As it turns out, I was a bit behind the curve. While the intrusive, low-content popup, banner, or skyscraper is still a favorite of many ad agencies, we’re seeing a lot of more interesting formats.
Since I last stopped paying attention to web advertising, there’s been a trend in display ads (often using Flash, but sometimes DHTML) to operate more as a conversation starter as well. Let’s start by looking at the following old-style image ad (which appeared in a story on

A traditional display ad

Now look at these transitional ads (taken from the O’Reilly Network and from, which use much the same format, but include an actual direct-response offer:

Display Ads with a Direct Response Component

Now contrast with this collection of new-style ads from the O’Reilly Network site, from the oreillynet hub, and from Forbes:

A Collection of Direct Response Ads

These ads draw heavily from the direct-response tradition (though you can see that Oracle had to work in a bit of image advertising as well.) Like search engine ads, they give you some context that lets you decide whether you want to click through or not.

Flash, DHTML and Ajax add more options. I was intrigued by this ad on CNet, which looks like a traditional ad.

Ad that appeared on CNet

When you mouse over it, though, the interactive offer panel drops down.

CNet ad, expanded version

I think a lot more interesting things could be done with this kind of ad behavior. One of the ideas I kicked around with the oreillynet team was the idea of providing editorial and user feedback on ads as a way of making them more effective. The general feeling was that this wouldn’t go over too well with the ad agencies. So I suggested a model in which we use Ajax, or maybe even Greasemonkey-style rewriting to add tooltips containing color commentary, user reviews, and so forth, on our ads. We’d probably piss off the ad agencies and some of the clients, but if we could make the ads more useful, that would be a big win, and in the end, one might hope that everyone would get over any bruised egos from the process. What do you think?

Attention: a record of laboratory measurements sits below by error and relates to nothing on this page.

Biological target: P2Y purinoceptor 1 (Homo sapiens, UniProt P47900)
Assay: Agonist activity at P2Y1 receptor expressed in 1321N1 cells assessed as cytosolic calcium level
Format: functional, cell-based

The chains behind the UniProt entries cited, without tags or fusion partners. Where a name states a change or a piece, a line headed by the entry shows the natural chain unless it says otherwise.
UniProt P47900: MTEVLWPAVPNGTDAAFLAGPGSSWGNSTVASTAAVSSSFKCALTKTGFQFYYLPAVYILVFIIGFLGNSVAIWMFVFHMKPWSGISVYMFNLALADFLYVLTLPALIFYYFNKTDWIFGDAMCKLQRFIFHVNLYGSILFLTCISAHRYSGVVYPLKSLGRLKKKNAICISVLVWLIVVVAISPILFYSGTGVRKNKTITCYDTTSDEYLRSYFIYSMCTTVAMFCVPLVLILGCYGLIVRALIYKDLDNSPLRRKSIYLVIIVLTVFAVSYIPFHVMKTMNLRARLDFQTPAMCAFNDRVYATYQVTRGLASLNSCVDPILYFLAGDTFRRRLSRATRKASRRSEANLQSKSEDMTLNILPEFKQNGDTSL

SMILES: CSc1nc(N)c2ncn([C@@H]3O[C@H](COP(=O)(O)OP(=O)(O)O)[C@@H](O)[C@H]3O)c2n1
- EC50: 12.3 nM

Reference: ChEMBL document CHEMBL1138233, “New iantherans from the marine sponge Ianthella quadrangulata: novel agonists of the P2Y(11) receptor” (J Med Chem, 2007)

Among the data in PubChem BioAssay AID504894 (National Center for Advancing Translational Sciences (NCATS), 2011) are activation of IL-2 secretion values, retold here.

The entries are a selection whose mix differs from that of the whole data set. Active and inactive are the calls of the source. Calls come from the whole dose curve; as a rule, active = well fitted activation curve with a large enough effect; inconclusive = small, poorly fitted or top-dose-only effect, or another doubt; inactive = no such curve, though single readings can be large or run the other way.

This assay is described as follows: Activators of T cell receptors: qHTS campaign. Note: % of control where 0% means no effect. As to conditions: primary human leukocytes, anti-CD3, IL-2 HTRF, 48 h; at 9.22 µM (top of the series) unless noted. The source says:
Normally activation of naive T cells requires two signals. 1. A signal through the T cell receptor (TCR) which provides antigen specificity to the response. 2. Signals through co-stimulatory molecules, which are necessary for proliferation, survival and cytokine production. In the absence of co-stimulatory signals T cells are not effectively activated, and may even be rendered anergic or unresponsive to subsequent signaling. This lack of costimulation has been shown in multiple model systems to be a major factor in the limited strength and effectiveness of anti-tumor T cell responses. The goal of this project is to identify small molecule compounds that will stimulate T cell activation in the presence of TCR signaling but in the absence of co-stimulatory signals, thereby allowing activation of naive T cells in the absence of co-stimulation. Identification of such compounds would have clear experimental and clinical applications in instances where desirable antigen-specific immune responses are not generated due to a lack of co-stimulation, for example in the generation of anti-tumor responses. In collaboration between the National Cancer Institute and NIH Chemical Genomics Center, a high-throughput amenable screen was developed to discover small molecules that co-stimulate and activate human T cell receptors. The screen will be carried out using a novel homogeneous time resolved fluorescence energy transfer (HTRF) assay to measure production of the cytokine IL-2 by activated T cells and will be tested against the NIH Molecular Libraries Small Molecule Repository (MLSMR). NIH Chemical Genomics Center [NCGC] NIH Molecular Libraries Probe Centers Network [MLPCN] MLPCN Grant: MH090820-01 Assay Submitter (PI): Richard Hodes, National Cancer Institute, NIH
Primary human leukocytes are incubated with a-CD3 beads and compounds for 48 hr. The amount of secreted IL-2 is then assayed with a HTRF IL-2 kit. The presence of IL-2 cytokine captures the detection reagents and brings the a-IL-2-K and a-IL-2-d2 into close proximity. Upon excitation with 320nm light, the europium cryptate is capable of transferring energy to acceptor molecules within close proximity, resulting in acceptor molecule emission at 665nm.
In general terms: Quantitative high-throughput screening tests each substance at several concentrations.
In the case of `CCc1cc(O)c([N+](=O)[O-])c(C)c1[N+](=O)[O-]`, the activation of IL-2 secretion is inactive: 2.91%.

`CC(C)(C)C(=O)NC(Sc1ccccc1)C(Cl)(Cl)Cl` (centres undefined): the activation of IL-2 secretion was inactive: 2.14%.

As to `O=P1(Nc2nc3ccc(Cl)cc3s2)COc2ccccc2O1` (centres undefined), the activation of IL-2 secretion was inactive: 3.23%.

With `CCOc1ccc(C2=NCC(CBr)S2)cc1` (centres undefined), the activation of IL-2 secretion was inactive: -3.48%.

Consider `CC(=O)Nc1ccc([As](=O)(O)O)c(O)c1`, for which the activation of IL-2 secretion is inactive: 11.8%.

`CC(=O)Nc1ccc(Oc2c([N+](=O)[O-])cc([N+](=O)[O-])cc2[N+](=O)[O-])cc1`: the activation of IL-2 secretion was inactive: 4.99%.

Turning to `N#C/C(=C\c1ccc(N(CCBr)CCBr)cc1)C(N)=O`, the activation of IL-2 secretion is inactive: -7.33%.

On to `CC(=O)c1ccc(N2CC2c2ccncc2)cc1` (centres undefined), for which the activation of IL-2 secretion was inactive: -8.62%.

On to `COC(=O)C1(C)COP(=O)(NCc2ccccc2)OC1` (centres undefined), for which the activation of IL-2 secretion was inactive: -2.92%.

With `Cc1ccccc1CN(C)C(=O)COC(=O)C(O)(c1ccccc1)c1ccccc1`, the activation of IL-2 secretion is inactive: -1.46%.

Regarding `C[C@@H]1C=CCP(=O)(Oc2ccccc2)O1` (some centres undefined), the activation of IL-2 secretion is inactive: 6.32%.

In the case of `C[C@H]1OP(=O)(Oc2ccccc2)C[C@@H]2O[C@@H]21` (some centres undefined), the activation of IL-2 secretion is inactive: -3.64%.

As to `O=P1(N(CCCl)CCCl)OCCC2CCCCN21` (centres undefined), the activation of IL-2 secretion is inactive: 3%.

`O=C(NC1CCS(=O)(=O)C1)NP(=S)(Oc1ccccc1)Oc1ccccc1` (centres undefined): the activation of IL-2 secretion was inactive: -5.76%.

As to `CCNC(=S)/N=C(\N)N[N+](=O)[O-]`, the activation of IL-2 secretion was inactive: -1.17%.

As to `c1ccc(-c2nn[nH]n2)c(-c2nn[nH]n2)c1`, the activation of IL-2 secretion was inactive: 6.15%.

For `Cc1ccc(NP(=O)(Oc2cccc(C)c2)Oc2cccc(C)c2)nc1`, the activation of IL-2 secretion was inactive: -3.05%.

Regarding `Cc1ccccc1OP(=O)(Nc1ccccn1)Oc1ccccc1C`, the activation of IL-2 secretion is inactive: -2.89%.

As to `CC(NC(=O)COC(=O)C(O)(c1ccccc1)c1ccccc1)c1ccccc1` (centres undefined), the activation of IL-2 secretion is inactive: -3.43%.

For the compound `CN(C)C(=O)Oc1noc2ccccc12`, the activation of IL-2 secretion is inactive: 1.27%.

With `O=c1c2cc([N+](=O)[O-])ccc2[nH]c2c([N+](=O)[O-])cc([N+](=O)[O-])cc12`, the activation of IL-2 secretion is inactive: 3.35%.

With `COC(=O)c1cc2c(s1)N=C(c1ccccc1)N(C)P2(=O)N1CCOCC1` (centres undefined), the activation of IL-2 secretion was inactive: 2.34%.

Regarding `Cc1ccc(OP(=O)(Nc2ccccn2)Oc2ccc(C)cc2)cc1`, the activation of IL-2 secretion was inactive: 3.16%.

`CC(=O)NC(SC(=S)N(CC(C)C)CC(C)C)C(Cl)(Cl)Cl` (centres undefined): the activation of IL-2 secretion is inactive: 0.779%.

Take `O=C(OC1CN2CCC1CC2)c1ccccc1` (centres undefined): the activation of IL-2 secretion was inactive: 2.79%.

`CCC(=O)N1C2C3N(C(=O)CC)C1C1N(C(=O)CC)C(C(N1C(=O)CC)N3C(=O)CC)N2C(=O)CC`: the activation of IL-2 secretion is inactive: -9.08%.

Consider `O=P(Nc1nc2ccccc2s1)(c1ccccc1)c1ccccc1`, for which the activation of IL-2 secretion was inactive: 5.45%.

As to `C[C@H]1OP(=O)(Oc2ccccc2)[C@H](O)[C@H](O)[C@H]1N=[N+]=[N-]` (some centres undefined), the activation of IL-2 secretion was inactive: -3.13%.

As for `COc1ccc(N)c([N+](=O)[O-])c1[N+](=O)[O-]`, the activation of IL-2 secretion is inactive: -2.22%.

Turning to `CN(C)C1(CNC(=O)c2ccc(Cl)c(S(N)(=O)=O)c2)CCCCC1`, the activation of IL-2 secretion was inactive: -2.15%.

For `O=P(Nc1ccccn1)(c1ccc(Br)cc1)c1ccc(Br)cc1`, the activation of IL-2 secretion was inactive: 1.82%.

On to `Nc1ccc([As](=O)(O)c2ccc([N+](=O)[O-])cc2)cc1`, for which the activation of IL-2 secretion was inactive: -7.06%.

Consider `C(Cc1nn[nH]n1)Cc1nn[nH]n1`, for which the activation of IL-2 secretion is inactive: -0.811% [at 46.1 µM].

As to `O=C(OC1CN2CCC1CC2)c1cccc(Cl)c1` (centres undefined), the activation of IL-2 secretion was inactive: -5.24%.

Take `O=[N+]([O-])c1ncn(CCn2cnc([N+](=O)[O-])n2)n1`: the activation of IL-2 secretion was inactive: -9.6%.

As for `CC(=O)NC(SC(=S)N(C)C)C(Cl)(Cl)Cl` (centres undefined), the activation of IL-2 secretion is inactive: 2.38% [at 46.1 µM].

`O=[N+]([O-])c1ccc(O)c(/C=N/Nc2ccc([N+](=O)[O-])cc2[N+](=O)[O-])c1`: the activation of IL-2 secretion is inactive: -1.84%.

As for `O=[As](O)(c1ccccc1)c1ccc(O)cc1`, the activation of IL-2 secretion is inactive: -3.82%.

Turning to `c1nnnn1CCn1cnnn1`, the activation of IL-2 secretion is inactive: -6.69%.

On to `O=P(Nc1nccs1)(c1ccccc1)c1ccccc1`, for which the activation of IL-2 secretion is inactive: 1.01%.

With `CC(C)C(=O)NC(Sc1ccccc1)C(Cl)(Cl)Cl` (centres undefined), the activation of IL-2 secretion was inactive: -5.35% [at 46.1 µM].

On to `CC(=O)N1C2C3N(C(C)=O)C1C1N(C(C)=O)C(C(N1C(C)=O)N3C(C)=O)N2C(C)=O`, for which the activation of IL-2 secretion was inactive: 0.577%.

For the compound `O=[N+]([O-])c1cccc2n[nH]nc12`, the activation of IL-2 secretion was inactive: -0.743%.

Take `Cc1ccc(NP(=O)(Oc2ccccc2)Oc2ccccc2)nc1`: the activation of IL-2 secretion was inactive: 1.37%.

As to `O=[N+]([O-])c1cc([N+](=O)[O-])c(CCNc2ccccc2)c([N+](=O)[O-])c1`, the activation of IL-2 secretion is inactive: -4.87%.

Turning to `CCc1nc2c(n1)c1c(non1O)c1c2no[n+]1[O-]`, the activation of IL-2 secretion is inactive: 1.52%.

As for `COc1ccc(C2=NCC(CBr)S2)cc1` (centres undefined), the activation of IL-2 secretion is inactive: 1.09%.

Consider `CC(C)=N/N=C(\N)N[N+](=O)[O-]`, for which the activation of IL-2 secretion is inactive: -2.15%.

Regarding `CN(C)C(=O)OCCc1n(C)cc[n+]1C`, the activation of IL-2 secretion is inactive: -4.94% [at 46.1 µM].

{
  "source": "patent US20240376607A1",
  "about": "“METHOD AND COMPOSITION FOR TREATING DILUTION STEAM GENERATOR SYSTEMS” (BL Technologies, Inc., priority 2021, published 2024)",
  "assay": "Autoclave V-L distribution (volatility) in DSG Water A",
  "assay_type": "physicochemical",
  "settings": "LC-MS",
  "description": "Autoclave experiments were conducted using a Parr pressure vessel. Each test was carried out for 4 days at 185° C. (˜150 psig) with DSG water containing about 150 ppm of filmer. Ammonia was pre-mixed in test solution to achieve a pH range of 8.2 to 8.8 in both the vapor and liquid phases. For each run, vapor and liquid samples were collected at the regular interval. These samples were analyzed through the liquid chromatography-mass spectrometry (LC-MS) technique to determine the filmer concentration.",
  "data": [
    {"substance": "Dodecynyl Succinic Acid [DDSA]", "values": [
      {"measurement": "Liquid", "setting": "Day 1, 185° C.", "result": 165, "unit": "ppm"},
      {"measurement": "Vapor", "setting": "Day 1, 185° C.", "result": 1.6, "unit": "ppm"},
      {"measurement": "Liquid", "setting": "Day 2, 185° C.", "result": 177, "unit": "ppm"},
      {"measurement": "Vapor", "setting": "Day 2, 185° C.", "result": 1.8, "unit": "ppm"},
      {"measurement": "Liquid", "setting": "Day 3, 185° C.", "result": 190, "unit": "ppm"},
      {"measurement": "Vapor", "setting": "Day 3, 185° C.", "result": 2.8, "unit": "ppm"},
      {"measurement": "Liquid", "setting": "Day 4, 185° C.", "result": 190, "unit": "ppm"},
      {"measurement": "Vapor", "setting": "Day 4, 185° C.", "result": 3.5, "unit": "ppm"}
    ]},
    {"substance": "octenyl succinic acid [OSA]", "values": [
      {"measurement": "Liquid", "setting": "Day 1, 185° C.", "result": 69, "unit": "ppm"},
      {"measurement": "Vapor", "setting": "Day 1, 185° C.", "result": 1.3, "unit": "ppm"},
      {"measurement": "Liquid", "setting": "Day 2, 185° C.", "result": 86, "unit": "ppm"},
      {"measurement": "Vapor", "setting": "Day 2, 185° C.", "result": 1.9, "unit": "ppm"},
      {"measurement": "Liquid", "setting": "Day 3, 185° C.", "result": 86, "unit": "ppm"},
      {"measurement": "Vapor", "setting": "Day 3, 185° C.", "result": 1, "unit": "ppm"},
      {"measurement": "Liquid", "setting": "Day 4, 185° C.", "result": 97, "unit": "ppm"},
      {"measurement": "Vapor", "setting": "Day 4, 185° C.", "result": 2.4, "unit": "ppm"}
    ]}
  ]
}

Speaking of reader feedback, I was intrigued to see a feedback link below an ad on Yahoo:

Ad Feedback Link on Yahoo Ad

But I was disappointed by the fairly traditional survey I found on the other side of the feedback link. I’d love to explore ways to get more feedback on oreillynet ads, but would love to do it in a way that got a real conversation started. Ideas welcome.

Overall, I’d say that the web advertising world is moving in an interesting direction. I’m betting that as the effectiveness of this newer style of direct-response advertising works its way into the brains of ad agencies, we’ll see less and less focus on the large, colorful popup, and more of the conversational “sponsored links” variety intermixed with editorial. The story’s far from over. I believe that there’s a real opportunity to remix advertising with user contributed content and conversation in order to make it more effective.